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  • 1. Lot Moves Away

    8. An Often-Overlooked Healing

    Slide 8 of 10

    The gospel of John recounts seven signs that revealed the glory of Christ and helped the first disciples believe. Read about the second of these signs in John 4:46-54. In Cana, after the first sign of changing water into wine, a royal official approached Jesus and asked him to heal his dying son. The man walked twenty miles from Capernaum to Cana seeking Jesus, who he called Lord. Jesus had not healed anyone yet. His ministry had just begun.

    Jesus did not go with the man. He never visited the sick son. Jesus simply said to the man, “Go your way, your son lives.” As the man headed home, his servants rushed to him with the news that the son had recovered and lived. He asked when his son had become well and realized it was the hour Jesus spoke the words. The man and his whole household believed. The gospel states that was the second sign Jesus performed.

    Jesus is more powerful than distance. He wants us to believe and act on our faith as the man did when he obeyed and started for his home.

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  • 1. Lot Moves Away

    9. Doubting Disciples

    Slide 9 of 10

    Jesus rose! He came back to life! It sounds incredible. Even close disciples thought it impossible. Read Mark 16: 9-18 and look at how many times Jesus appeared while those who heard did not believe.

    Jesus appeared to Mary Magdalene and she reported the news, but they refused to believe. Jesus appeared to two disciples walking in the country, but the disciples did not believe them either. Then Jesus appeared to eleven of them and scolded them for their unbelief.

    These are described in more detail in John 20:14-18 and Luke 24:13-35. In Matthew 28:17, even as disciples saw Jesus and worshipped him, some of them doubted. Jesus calmed their doubts when he told them in Luke 24:39 to look and touch him as he reminded them that a spirit does not have flesh and bones. He ate a piece of fish to show more proof.

    The resurrection is amazing and miraculous. It’s no wonder that people today still doubt. We must open our hearts and believe in what is impossible for men to do and know our God is the God of the impossible.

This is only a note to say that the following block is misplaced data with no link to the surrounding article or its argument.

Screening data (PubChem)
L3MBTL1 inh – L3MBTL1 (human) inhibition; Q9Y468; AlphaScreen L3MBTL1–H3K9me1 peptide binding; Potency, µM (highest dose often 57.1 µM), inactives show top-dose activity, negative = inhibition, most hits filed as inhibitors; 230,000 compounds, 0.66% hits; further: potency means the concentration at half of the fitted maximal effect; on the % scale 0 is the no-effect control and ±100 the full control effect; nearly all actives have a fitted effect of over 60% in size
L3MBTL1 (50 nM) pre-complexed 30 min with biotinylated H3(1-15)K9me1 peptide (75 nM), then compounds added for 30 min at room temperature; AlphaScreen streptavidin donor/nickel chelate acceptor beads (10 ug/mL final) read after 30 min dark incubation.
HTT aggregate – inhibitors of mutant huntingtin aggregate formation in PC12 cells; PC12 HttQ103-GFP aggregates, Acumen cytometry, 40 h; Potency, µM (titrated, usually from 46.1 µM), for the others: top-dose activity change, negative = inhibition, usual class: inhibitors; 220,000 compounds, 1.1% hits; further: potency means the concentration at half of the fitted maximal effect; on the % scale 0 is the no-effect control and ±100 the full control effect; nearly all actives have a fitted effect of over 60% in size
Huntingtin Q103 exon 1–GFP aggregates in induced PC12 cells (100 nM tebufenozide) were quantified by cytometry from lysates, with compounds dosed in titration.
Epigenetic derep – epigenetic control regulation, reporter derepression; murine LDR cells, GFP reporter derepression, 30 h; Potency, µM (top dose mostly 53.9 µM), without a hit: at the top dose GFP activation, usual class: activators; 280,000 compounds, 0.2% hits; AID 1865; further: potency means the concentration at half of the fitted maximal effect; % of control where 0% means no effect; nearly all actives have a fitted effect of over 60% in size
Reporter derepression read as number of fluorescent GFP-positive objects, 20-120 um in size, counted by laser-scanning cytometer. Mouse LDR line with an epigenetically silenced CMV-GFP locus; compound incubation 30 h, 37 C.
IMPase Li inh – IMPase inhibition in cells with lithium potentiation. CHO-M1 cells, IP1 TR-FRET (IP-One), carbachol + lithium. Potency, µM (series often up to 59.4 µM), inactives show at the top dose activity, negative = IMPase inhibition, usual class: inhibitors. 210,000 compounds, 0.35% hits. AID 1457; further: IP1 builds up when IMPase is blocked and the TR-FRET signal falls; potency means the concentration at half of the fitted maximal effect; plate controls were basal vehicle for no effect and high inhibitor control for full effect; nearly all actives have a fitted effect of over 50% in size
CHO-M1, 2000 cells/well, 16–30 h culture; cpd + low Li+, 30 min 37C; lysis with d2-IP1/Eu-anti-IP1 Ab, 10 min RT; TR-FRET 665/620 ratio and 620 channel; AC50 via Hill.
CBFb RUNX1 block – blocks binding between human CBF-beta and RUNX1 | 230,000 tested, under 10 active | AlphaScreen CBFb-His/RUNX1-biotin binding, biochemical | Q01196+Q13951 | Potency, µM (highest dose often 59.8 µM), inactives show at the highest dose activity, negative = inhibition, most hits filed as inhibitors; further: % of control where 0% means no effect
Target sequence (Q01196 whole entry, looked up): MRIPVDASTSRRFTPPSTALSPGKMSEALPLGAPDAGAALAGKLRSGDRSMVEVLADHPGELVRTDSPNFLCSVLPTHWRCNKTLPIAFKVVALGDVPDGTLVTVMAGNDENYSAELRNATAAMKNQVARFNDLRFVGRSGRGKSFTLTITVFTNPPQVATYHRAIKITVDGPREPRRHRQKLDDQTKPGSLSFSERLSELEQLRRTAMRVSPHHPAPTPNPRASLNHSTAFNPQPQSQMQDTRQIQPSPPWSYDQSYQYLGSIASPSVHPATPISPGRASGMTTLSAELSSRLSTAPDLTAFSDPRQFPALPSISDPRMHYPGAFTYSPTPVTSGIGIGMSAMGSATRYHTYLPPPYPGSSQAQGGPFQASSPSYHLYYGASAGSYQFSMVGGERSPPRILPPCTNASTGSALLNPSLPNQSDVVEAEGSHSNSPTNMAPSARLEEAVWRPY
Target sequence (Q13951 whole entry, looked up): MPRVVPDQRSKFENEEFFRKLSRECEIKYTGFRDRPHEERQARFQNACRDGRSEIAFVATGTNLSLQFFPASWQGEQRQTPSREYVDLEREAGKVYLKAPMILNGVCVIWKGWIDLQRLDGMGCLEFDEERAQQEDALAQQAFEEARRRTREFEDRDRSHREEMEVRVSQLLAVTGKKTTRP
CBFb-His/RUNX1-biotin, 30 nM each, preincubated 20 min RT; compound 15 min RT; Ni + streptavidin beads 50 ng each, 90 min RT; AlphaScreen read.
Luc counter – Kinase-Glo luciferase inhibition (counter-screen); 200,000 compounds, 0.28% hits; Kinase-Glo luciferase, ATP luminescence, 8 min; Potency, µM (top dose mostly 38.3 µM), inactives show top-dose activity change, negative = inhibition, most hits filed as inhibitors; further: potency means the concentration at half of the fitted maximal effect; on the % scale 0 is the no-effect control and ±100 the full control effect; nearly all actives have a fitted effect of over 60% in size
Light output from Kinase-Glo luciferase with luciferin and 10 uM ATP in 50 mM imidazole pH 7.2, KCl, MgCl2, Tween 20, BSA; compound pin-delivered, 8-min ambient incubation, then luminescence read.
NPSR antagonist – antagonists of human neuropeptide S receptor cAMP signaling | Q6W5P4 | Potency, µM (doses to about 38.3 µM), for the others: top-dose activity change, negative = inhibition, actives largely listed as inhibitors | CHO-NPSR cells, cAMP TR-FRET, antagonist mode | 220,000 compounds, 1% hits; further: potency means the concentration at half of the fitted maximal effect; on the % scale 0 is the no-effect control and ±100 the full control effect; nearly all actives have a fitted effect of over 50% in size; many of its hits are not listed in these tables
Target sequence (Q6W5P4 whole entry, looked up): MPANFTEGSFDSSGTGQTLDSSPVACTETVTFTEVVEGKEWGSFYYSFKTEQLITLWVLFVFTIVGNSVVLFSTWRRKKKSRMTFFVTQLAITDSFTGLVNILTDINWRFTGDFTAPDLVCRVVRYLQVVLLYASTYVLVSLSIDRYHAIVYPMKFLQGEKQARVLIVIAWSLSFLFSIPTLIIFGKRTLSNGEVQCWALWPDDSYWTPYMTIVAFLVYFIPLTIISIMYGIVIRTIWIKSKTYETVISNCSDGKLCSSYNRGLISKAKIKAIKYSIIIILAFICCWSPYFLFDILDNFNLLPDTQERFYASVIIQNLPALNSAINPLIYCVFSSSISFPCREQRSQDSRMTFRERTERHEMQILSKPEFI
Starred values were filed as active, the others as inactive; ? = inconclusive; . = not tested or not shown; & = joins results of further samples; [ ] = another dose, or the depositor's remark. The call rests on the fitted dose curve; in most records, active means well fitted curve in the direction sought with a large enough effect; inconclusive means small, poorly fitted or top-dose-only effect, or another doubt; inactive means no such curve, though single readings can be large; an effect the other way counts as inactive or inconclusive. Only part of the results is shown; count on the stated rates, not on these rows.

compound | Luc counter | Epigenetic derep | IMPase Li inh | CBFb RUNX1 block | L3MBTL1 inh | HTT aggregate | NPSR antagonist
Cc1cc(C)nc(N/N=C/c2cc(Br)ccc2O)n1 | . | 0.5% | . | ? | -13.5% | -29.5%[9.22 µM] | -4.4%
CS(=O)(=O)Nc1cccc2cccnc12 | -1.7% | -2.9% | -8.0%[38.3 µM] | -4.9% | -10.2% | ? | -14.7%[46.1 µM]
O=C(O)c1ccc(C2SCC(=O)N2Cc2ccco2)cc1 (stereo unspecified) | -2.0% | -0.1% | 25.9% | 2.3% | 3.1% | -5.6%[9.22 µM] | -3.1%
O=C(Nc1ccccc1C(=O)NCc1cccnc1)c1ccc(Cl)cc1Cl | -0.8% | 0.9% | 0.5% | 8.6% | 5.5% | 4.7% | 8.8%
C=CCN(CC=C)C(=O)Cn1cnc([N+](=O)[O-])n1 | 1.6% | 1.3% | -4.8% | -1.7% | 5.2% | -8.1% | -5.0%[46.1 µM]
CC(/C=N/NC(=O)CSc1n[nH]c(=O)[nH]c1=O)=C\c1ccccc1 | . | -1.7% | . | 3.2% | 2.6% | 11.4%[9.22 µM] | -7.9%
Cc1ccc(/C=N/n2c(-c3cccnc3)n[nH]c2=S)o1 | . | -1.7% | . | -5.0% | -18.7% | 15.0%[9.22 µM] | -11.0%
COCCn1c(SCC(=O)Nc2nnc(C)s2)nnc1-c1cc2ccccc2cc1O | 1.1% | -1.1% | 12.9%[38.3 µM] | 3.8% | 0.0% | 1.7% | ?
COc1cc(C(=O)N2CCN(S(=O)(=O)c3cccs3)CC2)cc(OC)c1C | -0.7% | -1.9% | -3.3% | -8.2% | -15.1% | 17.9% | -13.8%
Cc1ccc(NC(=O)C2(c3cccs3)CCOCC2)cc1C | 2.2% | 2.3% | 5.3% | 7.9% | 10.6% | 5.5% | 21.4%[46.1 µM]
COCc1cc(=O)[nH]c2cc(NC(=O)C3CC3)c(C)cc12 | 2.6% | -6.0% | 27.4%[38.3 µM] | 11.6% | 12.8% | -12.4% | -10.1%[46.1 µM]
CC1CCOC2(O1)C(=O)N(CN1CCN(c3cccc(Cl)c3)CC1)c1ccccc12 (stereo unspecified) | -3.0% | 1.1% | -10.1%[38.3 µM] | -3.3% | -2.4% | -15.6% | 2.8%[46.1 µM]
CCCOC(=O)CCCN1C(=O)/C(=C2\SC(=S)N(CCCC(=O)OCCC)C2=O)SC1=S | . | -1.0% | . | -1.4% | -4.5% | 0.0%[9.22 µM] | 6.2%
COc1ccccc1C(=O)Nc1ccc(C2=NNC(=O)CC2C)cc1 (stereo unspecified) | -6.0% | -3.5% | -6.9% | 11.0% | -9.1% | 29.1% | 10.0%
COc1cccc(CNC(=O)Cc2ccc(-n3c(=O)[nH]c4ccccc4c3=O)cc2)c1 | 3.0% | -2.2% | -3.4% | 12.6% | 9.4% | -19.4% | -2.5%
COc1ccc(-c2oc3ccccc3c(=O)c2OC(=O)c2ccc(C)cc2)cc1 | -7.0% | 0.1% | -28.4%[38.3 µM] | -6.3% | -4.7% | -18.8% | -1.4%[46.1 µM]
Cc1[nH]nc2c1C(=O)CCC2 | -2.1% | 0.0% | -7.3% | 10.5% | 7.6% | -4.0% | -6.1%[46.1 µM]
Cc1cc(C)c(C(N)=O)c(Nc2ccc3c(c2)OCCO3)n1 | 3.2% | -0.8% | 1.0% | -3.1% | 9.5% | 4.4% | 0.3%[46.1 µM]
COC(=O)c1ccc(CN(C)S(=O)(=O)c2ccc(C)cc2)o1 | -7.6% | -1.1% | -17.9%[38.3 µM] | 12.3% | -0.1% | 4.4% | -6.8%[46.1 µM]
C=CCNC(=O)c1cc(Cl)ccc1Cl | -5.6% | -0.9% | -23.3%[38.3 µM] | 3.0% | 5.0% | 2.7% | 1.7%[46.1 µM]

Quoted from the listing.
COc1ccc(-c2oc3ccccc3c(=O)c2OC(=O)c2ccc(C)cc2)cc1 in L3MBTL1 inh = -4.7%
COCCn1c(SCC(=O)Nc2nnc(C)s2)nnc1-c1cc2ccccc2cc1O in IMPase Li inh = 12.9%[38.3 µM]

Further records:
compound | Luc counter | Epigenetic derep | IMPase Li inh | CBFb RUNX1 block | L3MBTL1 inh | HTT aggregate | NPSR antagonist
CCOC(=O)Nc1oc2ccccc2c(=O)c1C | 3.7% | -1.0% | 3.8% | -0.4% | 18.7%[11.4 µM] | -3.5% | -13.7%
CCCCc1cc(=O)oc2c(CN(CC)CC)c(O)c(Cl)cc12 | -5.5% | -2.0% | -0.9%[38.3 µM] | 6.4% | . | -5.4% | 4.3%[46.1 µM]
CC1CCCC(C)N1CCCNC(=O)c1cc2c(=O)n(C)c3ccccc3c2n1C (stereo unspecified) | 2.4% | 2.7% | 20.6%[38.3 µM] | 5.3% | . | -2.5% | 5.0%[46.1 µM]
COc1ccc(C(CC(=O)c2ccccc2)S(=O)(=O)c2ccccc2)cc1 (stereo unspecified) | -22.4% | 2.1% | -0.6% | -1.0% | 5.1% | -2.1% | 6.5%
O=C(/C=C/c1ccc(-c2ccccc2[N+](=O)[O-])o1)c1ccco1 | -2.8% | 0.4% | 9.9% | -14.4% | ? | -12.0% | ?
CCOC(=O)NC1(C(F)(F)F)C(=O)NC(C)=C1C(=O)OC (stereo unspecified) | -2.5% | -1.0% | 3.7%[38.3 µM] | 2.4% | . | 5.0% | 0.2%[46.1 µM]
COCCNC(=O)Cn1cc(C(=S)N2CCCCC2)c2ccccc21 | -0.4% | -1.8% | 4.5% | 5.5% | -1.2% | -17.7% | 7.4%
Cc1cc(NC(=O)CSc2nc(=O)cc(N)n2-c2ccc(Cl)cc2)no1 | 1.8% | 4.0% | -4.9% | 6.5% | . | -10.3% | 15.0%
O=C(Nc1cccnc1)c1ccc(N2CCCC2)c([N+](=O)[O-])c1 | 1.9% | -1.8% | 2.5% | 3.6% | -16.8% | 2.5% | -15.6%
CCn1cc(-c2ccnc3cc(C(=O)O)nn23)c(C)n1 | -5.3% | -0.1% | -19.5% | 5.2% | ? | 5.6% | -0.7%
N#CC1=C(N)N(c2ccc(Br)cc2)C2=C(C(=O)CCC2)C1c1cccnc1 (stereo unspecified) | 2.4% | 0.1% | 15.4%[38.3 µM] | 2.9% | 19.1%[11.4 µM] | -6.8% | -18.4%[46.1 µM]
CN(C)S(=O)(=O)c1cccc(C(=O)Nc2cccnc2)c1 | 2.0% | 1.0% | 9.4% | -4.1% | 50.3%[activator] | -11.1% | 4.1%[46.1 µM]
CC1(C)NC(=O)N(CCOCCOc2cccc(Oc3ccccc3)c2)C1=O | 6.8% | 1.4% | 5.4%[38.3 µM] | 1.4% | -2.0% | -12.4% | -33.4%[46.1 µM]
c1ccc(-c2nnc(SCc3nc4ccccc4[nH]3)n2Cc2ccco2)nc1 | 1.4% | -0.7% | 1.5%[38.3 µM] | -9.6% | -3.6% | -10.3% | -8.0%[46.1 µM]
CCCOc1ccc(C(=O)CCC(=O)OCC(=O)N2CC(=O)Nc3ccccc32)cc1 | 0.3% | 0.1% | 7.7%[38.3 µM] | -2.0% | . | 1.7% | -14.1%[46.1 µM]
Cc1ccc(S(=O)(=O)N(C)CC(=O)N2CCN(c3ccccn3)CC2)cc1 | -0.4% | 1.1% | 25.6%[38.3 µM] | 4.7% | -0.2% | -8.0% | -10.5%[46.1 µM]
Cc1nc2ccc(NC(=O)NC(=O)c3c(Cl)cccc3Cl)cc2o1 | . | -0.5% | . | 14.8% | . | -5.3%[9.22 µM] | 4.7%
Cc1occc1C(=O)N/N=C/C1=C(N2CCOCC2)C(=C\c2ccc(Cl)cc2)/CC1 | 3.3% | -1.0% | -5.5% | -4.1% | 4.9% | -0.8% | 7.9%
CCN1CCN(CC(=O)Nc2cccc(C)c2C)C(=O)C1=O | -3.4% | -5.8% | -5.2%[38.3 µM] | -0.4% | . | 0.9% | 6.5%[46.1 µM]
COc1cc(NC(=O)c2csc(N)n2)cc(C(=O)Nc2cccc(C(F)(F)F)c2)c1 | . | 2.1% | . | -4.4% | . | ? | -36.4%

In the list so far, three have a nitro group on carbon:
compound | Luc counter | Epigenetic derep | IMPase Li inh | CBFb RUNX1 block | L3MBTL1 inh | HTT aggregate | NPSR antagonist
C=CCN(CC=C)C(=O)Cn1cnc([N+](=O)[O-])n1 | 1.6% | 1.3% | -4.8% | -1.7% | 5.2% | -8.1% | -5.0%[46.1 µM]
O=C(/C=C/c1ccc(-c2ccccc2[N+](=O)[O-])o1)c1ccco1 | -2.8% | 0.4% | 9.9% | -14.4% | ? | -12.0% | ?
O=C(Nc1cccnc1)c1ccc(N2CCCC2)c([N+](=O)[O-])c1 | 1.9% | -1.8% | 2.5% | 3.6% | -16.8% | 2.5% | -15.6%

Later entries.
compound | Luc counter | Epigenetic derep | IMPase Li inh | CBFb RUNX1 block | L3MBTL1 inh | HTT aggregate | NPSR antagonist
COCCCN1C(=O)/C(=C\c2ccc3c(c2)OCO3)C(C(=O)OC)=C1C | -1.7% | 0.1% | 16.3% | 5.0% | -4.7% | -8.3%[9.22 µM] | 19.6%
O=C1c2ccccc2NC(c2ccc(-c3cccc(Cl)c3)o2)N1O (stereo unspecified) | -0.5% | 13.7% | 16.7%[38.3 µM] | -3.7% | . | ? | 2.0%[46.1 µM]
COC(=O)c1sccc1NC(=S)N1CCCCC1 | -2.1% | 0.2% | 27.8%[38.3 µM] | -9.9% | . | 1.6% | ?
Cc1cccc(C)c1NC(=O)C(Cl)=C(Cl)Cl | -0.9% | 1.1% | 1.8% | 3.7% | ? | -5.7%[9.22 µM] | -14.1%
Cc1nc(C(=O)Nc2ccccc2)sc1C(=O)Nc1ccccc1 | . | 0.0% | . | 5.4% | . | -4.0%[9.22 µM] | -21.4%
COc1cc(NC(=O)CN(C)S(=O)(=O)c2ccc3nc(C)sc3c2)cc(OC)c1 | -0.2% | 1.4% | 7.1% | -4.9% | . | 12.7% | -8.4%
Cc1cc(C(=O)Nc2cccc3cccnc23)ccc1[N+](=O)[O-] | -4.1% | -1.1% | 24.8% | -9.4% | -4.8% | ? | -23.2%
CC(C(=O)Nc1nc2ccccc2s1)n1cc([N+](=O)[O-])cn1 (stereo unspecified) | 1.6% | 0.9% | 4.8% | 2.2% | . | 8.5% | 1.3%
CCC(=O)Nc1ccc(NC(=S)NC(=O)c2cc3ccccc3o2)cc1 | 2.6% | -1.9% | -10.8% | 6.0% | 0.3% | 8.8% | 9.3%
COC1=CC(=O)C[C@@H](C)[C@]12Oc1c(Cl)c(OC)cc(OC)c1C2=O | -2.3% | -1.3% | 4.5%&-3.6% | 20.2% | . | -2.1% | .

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    10. What's on Mars Hill?

    Slide 10 of 10

    Paul didn’t turn away and leave. He arrived in Athens, a Greek city filled with idols that showed a lack of faith in the one true God. He met and reasoned with people in synagogues. He did more to reach out to unbelievers.  He walked around and pointed out a statue to an unknown God. He talked about this unknown God. He explained judgement and the resurrection. Some people did not believe, some wanted to hear more, and some believed.

    He stood in the Areopagus, also called Mars Hill, as he spoke. Named after Ares and Mars, names for the god of war, Paul shared about the Prince of Peace.

    Paul, the greatest missionary, never shrunk from proclaiming the truth. He used every opportunity to share his knowledge of Jesus. He continued going everywhere he could travel to spread the good news. God wants us to be brave like Paul and speak about Jesus.

    Dig into these and other Bible stories that are less familiar to children. You’ll discover how useful any scripture is to nurture your childrens’ faith.

    Karen Whiting (www.karenwhiting.com) writes for both children and adults to help families thrive. Her books for children include discovering more about what’s in the Bible, including The One Year Devotions for Active Boys, The One Year My Princess Devotions, 52 Weekly Devotions for Busy Families, and Girl Talk Guy Talk. You can find Karen on Facebook, Twitter, and Pinterest